James Lent (* 1782 in Newtown (now Elmhurst ), New York, † February 22, 1833 in Washington DC) was an American lawyer and politician. Between 1829 and 1833 he represented the State of New York in the U.S. House of Representatives.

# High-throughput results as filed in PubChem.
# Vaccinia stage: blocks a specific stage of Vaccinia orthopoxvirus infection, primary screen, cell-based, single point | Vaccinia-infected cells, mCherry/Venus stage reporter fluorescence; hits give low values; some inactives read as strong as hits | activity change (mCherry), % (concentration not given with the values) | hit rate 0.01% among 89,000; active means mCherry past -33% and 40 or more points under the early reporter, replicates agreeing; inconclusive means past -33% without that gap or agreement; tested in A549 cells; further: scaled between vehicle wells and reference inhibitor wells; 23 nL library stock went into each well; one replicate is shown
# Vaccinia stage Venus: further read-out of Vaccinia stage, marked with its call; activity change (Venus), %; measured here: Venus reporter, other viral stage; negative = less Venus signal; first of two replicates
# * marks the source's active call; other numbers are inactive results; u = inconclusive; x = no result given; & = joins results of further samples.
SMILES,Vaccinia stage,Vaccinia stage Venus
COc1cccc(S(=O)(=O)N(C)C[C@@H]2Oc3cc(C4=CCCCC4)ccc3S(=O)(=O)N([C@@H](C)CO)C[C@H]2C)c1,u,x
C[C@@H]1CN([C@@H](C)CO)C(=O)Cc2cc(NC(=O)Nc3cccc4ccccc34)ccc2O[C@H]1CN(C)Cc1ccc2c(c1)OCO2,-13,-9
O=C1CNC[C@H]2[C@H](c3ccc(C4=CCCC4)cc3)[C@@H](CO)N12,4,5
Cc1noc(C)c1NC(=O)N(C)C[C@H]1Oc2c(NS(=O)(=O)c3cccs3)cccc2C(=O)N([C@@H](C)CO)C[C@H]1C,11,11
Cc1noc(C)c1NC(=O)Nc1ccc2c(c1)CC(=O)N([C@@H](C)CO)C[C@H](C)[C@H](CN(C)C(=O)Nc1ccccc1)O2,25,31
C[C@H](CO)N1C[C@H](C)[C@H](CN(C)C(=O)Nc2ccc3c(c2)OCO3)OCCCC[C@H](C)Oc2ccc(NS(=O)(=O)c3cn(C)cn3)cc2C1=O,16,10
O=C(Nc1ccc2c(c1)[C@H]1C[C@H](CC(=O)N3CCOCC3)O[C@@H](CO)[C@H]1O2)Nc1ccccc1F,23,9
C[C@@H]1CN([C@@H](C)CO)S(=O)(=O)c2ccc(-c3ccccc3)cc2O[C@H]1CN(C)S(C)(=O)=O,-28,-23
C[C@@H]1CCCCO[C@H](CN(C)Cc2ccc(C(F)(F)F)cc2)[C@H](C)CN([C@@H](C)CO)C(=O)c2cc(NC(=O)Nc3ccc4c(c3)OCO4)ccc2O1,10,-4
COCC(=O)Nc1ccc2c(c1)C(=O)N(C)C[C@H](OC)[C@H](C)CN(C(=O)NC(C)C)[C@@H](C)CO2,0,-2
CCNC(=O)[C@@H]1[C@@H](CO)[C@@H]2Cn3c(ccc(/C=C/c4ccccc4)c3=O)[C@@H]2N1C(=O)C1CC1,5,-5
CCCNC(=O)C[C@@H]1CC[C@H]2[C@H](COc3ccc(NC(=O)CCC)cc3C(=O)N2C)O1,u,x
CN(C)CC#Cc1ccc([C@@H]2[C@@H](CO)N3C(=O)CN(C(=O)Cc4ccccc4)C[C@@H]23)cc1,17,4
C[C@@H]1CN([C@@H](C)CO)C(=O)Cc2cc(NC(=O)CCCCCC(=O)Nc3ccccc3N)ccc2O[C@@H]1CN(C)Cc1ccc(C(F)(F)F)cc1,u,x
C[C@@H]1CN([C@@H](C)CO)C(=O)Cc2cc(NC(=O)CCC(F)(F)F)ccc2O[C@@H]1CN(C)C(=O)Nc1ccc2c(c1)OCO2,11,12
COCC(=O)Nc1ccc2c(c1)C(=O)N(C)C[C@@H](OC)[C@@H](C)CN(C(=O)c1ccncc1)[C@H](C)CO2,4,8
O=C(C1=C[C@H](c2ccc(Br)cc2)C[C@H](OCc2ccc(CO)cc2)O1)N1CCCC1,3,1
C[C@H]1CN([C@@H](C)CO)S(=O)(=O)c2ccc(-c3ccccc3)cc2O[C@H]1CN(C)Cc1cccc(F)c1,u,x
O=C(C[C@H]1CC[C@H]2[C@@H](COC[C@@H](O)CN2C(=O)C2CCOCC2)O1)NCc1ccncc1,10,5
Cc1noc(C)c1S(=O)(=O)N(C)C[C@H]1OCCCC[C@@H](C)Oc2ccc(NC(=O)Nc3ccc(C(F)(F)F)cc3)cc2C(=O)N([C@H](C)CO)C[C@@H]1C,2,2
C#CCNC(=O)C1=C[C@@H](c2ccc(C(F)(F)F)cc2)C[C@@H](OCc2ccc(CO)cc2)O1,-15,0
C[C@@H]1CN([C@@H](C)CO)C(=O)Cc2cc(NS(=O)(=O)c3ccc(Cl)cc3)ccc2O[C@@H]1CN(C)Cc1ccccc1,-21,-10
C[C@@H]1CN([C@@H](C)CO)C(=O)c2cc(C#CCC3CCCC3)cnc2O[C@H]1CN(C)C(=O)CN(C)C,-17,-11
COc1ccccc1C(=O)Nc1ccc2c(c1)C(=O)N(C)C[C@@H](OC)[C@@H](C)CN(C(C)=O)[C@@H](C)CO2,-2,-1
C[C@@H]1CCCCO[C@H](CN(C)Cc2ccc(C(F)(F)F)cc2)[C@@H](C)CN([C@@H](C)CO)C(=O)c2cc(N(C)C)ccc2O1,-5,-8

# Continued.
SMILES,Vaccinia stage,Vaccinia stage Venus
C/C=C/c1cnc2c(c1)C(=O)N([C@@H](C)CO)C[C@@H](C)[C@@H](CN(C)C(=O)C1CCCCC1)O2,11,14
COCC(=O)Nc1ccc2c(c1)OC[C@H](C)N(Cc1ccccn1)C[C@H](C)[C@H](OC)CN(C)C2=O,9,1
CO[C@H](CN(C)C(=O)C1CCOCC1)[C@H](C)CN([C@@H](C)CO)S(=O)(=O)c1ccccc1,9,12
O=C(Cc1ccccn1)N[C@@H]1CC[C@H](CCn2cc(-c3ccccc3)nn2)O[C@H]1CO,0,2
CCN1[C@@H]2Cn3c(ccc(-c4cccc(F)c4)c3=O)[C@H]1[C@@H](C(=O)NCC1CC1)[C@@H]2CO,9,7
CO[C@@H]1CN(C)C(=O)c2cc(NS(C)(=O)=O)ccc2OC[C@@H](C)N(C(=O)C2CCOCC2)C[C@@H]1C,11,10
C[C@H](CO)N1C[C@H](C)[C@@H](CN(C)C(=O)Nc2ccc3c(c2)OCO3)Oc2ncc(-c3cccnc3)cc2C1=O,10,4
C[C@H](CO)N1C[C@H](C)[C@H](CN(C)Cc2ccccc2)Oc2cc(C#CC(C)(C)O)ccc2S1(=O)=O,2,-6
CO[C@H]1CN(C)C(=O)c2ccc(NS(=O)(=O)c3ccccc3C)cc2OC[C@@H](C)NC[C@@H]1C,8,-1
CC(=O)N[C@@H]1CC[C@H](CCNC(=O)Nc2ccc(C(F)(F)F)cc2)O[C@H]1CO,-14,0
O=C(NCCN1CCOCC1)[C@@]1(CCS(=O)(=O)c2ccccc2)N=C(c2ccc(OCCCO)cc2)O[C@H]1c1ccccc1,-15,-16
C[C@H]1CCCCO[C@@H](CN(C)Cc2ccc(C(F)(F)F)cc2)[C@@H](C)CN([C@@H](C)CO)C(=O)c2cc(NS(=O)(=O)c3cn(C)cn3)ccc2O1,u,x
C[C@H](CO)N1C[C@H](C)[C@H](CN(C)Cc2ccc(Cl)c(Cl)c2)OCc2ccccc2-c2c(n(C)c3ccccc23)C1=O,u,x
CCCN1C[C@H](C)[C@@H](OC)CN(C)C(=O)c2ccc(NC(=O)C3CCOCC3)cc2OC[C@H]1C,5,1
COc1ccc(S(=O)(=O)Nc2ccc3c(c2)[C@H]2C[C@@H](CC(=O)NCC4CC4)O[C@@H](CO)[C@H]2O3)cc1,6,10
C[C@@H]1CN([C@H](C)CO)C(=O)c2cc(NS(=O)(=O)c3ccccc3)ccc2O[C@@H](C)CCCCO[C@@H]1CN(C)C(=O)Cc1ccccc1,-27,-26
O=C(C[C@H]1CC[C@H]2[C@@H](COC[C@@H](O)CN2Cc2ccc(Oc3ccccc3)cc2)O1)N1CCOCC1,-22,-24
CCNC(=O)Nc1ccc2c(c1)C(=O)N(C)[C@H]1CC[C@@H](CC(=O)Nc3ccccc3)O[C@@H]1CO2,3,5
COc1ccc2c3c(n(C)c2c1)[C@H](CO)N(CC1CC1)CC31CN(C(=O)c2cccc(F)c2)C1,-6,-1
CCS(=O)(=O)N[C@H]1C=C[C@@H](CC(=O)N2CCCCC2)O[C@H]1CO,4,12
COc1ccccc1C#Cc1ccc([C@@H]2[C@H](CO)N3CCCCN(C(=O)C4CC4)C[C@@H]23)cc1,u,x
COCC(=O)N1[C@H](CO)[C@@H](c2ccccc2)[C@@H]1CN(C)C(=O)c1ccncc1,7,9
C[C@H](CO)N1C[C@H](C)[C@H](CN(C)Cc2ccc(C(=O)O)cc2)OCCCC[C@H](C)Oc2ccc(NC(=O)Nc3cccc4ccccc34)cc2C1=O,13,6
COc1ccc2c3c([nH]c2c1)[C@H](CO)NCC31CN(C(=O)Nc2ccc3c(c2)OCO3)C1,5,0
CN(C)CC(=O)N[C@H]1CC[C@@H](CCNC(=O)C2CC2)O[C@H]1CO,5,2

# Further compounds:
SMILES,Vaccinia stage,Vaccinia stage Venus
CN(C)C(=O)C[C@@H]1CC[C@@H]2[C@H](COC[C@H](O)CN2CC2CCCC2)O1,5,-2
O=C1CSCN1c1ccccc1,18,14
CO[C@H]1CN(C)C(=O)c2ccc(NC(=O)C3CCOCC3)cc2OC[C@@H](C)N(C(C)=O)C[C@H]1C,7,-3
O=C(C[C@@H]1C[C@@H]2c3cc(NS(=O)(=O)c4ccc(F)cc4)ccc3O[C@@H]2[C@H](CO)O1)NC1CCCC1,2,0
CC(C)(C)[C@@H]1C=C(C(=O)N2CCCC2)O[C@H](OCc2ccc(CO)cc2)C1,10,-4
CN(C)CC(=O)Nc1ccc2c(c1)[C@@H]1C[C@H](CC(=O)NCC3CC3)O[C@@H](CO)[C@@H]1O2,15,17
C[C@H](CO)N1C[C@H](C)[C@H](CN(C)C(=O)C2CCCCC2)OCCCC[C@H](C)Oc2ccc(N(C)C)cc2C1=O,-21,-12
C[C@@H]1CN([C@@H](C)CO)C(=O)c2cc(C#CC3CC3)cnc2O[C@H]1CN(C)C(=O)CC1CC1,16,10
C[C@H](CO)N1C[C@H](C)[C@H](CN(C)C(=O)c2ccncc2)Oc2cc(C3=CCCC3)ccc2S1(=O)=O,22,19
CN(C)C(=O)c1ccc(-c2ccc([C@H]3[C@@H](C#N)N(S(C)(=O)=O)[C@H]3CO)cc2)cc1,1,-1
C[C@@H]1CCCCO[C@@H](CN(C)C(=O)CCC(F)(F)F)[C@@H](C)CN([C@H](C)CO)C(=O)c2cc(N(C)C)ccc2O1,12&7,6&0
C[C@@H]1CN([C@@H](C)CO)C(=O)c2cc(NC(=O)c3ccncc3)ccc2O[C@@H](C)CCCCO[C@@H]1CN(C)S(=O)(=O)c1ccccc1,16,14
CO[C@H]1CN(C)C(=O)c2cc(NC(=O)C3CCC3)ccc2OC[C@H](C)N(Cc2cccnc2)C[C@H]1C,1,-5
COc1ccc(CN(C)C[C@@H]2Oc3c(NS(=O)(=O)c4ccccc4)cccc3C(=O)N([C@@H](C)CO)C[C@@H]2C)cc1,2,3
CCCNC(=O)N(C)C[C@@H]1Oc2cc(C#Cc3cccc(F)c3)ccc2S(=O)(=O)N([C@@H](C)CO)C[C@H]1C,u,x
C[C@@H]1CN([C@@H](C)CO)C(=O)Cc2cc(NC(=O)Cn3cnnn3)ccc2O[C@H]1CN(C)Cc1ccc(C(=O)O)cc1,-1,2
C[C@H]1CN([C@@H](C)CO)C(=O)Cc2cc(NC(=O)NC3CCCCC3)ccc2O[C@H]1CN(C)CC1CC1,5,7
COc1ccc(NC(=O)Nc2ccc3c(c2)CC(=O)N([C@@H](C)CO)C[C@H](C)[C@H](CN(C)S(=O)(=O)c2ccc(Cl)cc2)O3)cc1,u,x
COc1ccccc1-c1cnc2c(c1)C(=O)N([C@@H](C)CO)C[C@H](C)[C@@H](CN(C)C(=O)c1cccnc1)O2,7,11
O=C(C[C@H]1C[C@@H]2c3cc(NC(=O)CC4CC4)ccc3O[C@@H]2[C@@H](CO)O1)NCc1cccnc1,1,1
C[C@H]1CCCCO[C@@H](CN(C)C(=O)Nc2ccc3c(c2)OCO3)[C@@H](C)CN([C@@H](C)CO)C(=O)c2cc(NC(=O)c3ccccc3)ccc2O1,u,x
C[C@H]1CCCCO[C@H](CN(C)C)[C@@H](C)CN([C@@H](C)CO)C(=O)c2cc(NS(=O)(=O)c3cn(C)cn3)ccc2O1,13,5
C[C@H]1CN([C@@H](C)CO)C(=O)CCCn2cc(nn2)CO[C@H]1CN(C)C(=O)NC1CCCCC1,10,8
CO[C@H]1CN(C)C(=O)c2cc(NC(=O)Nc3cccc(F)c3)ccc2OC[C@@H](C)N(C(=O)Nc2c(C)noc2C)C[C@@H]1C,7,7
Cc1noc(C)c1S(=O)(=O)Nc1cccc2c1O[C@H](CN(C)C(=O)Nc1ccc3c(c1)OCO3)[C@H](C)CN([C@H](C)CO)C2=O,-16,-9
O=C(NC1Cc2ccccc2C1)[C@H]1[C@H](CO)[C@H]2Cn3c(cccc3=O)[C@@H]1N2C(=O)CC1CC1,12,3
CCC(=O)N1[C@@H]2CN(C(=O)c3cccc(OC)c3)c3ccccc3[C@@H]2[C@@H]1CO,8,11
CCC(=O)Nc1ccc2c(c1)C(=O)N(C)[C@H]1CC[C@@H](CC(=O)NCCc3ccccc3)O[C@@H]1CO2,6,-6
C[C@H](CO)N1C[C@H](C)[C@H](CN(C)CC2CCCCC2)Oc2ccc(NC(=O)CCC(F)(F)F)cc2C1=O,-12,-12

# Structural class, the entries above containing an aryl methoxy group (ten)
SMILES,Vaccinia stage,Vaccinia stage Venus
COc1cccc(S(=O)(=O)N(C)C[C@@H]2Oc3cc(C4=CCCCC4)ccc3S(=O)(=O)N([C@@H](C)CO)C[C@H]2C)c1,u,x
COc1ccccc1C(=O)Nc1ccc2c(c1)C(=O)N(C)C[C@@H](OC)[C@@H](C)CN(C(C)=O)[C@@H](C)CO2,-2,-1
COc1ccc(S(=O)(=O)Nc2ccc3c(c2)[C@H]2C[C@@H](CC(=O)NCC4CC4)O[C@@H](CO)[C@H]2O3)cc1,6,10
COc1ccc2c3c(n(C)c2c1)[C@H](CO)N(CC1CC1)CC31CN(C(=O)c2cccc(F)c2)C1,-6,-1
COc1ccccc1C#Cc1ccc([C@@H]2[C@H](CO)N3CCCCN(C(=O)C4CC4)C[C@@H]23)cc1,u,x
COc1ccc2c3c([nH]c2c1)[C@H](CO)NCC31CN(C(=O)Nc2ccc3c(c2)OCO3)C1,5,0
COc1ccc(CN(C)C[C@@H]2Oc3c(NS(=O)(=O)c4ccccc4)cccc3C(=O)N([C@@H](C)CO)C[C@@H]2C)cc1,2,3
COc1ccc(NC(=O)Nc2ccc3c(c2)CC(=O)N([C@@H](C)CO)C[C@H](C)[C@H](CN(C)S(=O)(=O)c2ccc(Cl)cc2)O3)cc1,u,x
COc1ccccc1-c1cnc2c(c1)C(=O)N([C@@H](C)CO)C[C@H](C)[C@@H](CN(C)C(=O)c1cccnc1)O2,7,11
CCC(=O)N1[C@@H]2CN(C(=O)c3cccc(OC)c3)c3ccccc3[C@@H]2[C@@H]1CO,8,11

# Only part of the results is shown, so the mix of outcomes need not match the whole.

James Lent was born in the penultimate year of the Revolutionary War in Newtown on Long Iceland and grew up there. During his law studies, he went to local stores. On 5 February 1823 he became a judge in Queens. Politically, he was a member of the Jacksonian Group. In the congressional elections of 1828 Lent was the first electoral district of New York in the U.S. House of Representatives in Washington DC chosen, where he became the successor of Silas Wood on March 4, 1829. As a result, he resigned his judge post. After a successful re-election in 1830 he gave up a third nomination in 1832. However, he died before the end of his second term of office on 22 February 1833 in Washington DC As a Congressman he had from 1831 until his death presided over the Committee on the issues of the Ministry of Foreign Affairs ( Committee on Expenditures in the Department of State ). His body was first buried in the Congressional Cemetery, but later reburied at the cemetery of the First Presbyterian Church of Newtown in Elmhurst. This cemetery was demolished in 1958 and the remaining vestiges, mostly unidentified, transferred to the Cemetery of the Evergreens in Brooklyn. It is uncertain whether the remains of Lent among them.